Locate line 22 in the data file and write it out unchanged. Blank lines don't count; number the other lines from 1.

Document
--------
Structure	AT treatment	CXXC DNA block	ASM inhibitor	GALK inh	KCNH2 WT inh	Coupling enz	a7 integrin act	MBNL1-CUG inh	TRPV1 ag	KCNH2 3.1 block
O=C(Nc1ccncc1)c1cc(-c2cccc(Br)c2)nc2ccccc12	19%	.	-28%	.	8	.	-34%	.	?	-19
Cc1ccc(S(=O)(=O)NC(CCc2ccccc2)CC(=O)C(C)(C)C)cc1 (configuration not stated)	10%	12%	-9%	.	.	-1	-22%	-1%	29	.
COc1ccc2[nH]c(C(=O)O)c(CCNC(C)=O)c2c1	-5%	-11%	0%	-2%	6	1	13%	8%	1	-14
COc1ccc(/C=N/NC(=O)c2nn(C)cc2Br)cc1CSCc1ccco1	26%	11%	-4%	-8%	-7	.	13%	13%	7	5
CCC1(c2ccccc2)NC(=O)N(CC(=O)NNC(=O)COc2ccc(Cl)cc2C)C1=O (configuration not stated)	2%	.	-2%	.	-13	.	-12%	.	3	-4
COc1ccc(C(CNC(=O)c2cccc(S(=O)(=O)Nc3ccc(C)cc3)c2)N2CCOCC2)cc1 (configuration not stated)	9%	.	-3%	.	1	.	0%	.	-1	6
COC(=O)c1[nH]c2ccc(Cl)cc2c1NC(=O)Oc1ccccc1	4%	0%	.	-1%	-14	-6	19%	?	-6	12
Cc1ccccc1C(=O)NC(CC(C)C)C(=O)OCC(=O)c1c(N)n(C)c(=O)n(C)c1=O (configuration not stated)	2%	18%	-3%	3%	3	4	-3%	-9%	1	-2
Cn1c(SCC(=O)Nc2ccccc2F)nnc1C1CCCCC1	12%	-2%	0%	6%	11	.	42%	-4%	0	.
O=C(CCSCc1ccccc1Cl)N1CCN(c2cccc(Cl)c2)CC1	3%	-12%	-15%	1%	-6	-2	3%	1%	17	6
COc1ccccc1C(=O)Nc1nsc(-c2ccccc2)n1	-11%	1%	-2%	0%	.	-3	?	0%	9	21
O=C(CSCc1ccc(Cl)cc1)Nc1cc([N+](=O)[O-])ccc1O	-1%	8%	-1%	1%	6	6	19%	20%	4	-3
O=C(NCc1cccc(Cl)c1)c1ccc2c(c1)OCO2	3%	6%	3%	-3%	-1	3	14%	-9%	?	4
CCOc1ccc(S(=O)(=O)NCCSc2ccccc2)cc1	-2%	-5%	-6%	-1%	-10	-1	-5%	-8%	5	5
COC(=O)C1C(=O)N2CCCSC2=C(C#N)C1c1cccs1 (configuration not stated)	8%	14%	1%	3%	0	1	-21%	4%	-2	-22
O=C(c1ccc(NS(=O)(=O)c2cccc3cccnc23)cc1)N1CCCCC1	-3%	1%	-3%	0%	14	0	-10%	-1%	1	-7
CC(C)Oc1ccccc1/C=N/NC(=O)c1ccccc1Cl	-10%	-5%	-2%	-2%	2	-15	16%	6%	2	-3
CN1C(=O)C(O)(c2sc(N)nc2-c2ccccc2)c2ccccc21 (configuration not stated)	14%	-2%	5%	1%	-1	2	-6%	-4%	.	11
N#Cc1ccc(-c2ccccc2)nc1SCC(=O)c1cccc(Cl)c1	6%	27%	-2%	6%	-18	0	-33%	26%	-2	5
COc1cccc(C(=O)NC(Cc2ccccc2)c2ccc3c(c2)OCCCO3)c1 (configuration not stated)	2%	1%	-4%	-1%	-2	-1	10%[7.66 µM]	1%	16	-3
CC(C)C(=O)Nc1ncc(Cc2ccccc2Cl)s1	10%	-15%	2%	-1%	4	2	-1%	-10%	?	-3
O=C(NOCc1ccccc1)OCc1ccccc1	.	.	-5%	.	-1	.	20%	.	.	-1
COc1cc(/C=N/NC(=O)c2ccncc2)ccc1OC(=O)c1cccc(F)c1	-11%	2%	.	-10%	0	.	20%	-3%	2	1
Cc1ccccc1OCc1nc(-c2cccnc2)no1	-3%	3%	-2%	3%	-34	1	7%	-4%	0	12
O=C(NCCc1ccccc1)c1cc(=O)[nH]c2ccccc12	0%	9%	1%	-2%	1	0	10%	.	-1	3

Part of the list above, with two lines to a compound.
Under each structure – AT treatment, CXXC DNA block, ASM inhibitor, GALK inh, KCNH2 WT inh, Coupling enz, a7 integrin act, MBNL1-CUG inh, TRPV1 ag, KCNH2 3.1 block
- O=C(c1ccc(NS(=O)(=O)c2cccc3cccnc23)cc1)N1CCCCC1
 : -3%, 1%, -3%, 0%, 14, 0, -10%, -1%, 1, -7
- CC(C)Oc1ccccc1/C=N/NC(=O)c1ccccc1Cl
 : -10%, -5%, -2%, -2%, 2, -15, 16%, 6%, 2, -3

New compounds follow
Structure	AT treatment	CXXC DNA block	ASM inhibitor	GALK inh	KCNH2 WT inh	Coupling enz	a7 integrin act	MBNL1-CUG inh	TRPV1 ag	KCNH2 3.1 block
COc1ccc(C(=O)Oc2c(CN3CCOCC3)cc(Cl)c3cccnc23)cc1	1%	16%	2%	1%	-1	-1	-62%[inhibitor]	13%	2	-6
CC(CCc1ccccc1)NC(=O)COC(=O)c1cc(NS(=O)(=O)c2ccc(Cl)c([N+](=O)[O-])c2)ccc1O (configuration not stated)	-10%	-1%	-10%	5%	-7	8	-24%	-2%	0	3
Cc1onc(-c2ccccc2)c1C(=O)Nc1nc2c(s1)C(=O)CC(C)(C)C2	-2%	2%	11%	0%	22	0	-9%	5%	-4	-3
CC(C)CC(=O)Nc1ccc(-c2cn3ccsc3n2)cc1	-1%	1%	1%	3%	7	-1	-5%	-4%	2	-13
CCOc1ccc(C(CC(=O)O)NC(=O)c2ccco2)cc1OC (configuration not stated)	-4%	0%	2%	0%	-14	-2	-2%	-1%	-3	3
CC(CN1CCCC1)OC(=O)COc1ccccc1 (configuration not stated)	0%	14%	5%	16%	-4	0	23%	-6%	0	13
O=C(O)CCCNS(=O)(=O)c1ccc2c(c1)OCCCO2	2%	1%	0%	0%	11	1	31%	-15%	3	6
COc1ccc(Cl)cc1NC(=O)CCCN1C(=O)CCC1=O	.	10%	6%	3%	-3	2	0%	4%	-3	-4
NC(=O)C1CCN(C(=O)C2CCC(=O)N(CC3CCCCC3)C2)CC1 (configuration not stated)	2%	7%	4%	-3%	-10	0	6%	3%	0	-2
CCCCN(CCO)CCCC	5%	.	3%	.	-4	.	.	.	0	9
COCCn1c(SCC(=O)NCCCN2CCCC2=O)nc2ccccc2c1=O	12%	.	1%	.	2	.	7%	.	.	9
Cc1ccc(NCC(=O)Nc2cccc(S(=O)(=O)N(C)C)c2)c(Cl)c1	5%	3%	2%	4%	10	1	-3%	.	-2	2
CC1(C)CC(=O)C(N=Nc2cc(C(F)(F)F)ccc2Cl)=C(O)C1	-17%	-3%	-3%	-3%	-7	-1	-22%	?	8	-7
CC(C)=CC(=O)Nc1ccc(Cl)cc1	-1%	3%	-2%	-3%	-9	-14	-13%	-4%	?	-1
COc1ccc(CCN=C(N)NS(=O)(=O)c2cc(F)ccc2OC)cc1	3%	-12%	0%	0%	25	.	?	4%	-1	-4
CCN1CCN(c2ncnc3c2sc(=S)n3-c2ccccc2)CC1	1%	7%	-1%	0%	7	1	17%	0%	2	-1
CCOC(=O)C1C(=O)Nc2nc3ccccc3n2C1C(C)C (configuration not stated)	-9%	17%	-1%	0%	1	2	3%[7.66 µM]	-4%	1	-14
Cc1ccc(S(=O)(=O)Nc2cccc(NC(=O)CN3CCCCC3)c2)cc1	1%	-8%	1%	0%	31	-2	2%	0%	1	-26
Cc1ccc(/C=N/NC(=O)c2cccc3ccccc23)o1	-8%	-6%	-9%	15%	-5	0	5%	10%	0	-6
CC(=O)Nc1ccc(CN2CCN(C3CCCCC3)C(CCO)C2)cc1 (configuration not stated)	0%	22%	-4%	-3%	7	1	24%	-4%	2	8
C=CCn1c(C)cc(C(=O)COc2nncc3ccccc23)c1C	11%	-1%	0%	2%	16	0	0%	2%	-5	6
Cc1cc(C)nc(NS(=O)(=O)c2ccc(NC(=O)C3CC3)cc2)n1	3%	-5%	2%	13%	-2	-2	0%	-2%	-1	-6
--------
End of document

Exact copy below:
CC(C)C(=O)Nc1ncc(Cc2ccccc2Cl)s1	10%	-15%	2%	-1%	4	2	-1%	-10%	?	-3